So let me start this off by saying I did my first crit the other day and GOT SMOKED!!!! Rode my Allez sprint w/tiagra and could not keep up. Anyways I am looking for a bike I can ride further distances say 30-50mi. I've gone 20 on my current bike, but I want something with a more upright ride height so I can log more miles. I'm looking to stay around 2k pref 105 or ultegra...SRAM if I can find it. My choices so far are below. I'm wanting carbon but a lightweight AL frame I'm not opposed too. Feel free to offer other manufacturers as well. Bianchi, felt, fuji.

Tarmac sl5
Emonda ALR/S
CAAD12
Trek domane [

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I don't think a new bike is the difference between 20mi and 50mi.. when people talk about getting endurance-specific bikes they're talking comfort over butt-busting 6+ hour rides at low intensity which is the opposite of the problem described (hanging on in a crit).

Spending money on a sweet new bike and getting an ideal position (which is entirely dependent on your own personal tolerances rather than what a computer algorithm says) is always nice and can't hurt but unless you're getting knee or wrist soreness or other signs of a bad fit then I don't think it's a solution to the problem presented. Improving your power profile tailored for the types of events/courses you do would help magnitudes more than a different bike.
07stuntin6r wrote: ↑
Mon Mar 26, 2018 11:02 pm
I can prob go longer distances, I feel the bike fits me pretty good. Just with this frame the headtube is lower than others that I mentioned I'm looking at. Do I NEED another bike prob not, more seat time I'm sure would help. I'm honestly wanting another bike for longer rides that keeps me a little more upright.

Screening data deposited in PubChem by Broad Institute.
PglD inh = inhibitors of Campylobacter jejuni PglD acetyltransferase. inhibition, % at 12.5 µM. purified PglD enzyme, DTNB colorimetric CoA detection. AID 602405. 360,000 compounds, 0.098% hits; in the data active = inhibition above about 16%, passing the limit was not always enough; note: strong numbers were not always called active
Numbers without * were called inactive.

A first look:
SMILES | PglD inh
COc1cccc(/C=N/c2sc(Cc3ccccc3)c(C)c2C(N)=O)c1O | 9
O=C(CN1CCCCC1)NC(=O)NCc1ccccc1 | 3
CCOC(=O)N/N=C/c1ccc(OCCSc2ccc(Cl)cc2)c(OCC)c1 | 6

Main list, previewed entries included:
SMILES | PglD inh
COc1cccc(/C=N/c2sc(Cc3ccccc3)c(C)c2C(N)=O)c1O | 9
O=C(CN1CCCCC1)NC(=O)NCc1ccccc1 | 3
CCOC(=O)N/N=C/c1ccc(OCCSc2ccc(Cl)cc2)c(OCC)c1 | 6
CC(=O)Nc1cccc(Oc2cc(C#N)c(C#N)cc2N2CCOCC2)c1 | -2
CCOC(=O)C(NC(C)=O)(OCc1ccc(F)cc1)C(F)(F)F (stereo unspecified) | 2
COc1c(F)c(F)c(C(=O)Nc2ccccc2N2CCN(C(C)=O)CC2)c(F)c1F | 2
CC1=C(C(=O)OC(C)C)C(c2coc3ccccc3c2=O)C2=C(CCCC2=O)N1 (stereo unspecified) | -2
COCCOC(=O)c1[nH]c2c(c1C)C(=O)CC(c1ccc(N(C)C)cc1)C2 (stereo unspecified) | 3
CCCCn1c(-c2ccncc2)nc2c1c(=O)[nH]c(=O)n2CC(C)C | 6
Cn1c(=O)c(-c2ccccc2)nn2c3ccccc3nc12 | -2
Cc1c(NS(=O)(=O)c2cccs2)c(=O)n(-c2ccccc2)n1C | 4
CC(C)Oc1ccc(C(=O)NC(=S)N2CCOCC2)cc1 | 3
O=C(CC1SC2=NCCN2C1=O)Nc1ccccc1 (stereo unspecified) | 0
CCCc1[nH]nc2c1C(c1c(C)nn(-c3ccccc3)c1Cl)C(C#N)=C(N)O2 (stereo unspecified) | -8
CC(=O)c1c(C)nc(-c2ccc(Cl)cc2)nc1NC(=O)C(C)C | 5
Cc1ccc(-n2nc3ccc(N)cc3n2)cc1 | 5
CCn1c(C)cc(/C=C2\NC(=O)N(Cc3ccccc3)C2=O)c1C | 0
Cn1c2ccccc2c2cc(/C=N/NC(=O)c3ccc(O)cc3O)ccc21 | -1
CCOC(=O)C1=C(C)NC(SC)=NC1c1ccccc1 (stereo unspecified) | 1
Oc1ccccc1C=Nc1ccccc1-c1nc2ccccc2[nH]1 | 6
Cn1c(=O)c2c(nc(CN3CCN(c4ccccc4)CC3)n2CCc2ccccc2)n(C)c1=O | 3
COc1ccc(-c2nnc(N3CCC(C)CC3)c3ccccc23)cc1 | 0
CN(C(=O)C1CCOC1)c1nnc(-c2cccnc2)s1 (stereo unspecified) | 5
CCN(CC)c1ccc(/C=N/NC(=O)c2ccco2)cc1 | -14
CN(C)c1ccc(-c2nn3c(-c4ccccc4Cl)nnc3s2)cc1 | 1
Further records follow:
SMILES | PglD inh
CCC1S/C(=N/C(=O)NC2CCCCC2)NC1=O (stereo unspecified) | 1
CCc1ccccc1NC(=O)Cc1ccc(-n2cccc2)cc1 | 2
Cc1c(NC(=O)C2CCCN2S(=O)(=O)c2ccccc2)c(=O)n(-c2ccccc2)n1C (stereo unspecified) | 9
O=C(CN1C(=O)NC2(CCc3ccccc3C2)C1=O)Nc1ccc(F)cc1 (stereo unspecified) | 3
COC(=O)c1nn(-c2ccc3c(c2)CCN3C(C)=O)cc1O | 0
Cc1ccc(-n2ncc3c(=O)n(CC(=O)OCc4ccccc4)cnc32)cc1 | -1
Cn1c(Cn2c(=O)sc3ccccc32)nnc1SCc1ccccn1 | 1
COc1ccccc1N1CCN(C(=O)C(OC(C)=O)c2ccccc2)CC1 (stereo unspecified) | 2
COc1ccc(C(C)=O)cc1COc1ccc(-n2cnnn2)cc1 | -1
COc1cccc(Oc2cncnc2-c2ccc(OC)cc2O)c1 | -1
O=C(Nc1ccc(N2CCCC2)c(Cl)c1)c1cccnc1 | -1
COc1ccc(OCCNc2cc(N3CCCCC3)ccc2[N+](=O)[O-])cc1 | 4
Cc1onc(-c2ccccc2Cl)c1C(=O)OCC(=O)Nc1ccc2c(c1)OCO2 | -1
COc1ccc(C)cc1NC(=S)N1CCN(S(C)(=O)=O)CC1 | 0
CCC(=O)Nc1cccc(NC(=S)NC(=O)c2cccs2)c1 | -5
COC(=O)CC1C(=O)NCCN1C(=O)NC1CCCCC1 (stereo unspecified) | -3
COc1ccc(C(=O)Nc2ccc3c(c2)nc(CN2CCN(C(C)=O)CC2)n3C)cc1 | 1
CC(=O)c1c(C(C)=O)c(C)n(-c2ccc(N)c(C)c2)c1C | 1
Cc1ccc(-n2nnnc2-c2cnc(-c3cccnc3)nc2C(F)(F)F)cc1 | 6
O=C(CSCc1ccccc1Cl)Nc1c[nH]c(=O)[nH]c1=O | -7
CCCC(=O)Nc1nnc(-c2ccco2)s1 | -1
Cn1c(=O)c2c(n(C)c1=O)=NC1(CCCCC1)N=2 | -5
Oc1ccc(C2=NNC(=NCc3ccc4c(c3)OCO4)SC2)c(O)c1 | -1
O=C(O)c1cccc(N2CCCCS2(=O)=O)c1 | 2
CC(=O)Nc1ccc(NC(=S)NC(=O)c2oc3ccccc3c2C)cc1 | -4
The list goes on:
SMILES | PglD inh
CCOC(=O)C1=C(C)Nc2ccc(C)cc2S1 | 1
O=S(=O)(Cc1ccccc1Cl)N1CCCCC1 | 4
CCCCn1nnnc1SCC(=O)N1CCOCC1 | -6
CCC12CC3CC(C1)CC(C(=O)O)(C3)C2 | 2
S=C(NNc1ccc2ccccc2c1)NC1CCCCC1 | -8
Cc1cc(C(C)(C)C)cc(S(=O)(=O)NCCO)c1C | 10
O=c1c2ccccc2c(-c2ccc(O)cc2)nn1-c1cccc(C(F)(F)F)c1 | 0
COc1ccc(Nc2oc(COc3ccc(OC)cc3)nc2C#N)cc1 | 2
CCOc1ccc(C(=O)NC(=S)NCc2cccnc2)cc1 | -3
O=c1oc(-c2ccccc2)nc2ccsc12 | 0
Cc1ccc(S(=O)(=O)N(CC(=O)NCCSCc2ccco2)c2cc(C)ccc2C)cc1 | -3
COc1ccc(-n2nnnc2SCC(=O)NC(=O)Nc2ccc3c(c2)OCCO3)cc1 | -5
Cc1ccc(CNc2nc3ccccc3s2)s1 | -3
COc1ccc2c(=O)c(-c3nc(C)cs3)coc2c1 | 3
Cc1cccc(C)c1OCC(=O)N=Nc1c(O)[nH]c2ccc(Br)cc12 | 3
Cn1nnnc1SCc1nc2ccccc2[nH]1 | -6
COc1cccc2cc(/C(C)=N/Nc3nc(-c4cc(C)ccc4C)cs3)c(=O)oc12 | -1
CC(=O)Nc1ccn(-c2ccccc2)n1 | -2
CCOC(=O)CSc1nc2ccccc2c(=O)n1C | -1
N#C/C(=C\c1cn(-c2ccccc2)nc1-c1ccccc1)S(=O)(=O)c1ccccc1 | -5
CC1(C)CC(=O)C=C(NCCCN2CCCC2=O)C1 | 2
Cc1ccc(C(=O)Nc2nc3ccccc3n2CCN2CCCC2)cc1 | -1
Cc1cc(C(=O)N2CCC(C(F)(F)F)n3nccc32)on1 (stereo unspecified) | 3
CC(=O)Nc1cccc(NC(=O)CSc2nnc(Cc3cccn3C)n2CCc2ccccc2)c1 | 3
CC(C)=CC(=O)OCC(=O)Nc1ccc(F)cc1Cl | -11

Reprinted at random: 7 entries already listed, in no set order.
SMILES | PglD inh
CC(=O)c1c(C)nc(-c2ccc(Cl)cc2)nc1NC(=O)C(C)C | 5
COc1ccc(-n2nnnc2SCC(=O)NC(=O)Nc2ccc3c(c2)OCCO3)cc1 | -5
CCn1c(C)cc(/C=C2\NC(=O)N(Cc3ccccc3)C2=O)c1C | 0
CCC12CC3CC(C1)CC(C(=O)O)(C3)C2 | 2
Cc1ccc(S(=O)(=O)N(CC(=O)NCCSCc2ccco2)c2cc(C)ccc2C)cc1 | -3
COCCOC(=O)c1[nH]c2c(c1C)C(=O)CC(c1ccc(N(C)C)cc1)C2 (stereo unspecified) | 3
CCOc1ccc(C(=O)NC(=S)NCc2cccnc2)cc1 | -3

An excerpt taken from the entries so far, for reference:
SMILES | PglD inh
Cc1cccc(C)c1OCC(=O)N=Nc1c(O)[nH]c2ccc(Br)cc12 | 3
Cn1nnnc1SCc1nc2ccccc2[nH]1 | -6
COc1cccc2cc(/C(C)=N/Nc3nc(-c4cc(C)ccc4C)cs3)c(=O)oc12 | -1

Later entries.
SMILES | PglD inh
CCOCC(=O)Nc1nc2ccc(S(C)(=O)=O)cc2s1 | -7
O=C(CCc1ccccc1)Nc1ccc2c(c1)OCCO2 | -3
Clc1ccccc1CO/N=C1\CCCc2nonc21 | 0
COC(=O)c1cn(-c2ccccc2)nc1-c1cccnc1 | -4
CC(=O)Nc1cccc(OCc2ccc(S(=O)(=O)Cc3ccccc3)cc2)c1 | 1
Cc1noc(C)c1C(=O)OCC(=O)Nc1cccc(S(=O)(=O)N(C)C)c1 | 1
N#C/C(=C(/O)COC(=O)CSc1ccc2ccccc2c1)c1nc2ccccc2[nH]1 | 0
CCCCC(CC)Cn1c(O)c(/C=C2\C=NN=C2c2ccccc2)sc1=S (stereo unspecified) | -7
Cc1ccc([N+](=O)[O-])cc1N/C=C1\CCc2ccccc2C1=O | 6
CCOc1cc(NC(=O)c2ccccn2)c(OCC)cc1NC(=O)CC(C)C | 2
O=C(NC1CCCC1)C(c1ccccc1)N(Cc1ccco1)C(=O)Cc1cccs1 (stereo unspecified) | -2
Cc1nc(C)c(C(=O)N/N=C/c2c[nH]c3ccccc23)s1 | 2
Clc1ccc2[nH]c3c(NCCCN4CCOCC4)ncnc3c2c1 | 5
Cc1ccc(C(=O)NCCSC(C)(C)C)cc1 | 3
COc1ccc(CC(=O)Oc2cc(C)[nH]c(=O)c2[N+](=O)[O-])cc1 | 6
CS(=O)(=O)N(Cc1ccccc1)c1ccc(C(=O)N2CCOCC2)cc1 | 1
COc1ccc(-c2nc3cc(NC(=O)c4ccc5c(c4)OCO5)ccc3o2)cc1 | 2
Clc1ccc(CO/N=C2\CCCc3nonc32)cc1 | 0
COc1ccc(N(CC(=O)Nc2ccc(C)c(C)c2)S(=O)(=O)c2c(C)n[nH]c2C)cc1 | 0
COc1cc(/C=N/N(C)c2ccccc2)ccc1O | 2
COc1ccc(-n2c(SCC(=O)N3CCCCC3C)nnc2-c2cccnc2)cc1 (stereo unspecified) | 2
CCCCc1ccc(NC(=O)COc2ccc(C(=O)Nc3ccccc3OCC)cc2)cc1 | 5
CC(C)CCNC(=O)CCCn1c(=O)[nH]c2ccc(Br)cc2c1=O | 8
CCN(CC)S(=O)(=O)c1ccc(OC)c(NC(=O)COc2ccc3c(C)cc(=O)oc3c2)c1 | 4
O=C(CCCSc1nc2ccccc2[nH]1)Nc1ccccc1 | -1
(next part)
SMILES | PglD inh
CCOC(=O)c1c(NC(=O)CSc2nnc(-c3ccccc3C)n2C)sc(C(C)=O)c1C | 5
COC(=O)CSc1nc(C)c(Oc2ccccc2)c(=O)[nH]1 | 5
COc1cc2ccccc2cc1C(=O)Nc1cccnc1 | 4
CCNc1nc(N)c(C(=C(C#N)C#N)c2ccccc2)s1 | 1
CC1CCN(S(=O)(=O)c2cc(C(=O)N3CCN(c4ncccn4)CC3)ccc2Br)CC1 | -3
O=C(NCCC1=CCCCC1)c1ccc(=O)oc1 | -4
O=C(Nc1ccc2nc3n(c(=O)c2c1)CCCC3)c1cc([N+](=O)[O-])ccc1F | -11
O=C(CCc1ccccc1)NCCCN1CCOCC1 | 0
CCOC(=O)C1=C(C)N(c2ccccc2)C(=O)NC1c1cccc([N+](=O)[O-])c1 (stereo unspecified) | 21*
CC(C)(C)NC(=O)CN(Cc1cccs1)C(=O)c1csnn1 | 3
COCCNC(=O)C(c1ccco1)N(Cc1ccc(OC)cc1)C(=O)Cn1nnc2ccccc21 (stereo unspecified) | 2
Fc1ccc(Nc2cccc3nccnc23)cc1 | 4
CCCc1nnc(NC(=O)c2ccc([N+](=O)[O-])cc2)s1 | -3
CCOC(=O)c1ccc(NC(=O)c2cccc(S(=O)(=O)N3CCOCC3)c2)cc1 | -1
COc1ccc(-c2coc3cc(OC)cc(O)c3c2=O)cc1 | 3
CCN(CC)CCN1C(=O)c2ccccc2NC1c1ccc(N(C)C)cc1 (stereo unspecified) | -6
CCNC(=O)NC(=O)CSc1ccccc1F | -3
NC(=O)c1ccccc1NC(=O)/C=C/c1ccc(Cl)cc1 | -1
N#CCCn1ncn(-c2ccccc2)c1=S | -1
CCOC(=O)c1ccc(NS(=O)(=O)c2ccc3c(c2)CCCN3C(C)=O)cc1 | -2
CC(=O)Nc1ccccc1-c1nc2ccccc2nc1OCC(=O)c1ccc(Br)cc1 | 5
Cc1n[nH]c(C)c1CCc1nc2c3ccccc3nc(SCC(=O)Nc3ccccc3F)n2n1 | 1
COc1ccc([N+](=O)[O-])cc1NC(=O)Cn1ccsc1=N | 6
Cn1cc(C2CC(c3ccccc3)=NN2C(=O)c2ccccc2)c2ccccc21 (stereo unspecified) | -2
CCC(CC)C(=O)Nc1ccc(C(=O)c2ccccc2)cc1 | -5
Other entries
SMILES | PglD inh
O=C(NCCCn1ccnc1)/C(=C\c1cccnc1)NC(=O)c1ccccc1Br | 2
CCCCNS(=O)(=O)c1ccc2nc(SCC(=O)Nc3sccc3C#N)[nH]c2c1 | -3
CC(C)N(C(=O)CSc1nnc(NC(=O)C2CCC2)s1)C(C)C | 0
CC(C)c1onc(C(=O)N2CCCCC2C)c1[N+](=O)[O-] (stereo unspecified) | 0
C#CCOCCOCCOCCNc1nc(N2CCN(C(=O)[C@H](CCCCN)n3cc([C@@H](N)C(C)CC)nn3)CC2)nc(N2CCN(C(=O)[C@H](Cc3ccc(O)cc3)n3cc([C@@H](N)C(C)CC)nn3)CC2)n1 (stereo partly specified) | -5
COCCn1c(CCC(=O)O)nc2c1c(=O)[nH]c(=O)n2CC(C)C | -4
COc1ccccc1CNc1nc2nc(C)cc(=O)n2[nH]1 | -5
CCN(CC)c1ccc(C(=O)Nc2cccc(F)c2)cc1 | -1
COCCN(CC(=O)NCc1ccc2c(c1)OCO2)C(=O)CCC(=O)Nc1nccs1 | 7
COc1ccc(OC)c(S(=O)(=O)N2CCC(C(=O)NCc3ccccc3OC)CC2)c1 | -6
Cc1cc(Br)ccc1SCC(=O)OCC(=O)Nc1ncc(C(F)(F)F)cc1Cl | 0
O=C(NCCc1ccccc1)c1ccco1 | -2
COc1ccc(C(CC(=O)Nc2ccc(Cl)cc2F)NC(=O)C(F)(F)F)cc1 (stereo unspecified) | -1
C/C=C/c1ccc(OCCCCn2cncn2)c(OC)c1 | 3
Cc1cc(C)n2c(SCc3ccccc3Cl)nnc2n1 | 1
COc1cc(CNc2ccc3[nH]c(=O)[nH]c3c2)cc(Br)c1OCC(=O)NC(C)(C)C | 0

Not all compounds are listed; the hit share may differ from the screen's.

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Find what the ideal stack is for your current setup (with as many spacers as it takes), then try to find the frameset and size that comes closest with the least amount of spacers used (ideally no spacers needed for aesthetics). Be also mindful of the the reach which also might change on the frameset when you're doing the comparison.

07stuntin6r
Posts: 196
Joined: Mon Aug 08, 2016 2:09 am

by 07stuntin6r

Lewn777 wrote:I've never ridden an Allez, but I've ridden a fair few other Specialized bikes and I find it hard to believe that a 54 is drastically too small for someone that's 5ft9. It could be a tad small, but I can't believe it would make that much of a difference.

To the OP, you appear to be someone that is very strong and maybe has short-twitch strength. I hate to say it but maybe you need to work on your flexibility, endurance and lose some body fat percentage and work on your cardio. If you don't have them you could do with a power meter, heart rate monitor etc and just put in light rides and go to spin classes etc.
Right! Lifting weights def aren't in my favor

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07stuntin6r
Posts: 196
Joined: Mon Aug 08, 2016 2:09 am

by 07stuntin6r

bilwit wrote:
07stuntin6r wrote: ↑
Sun Mar 25, 2018 10:11 pm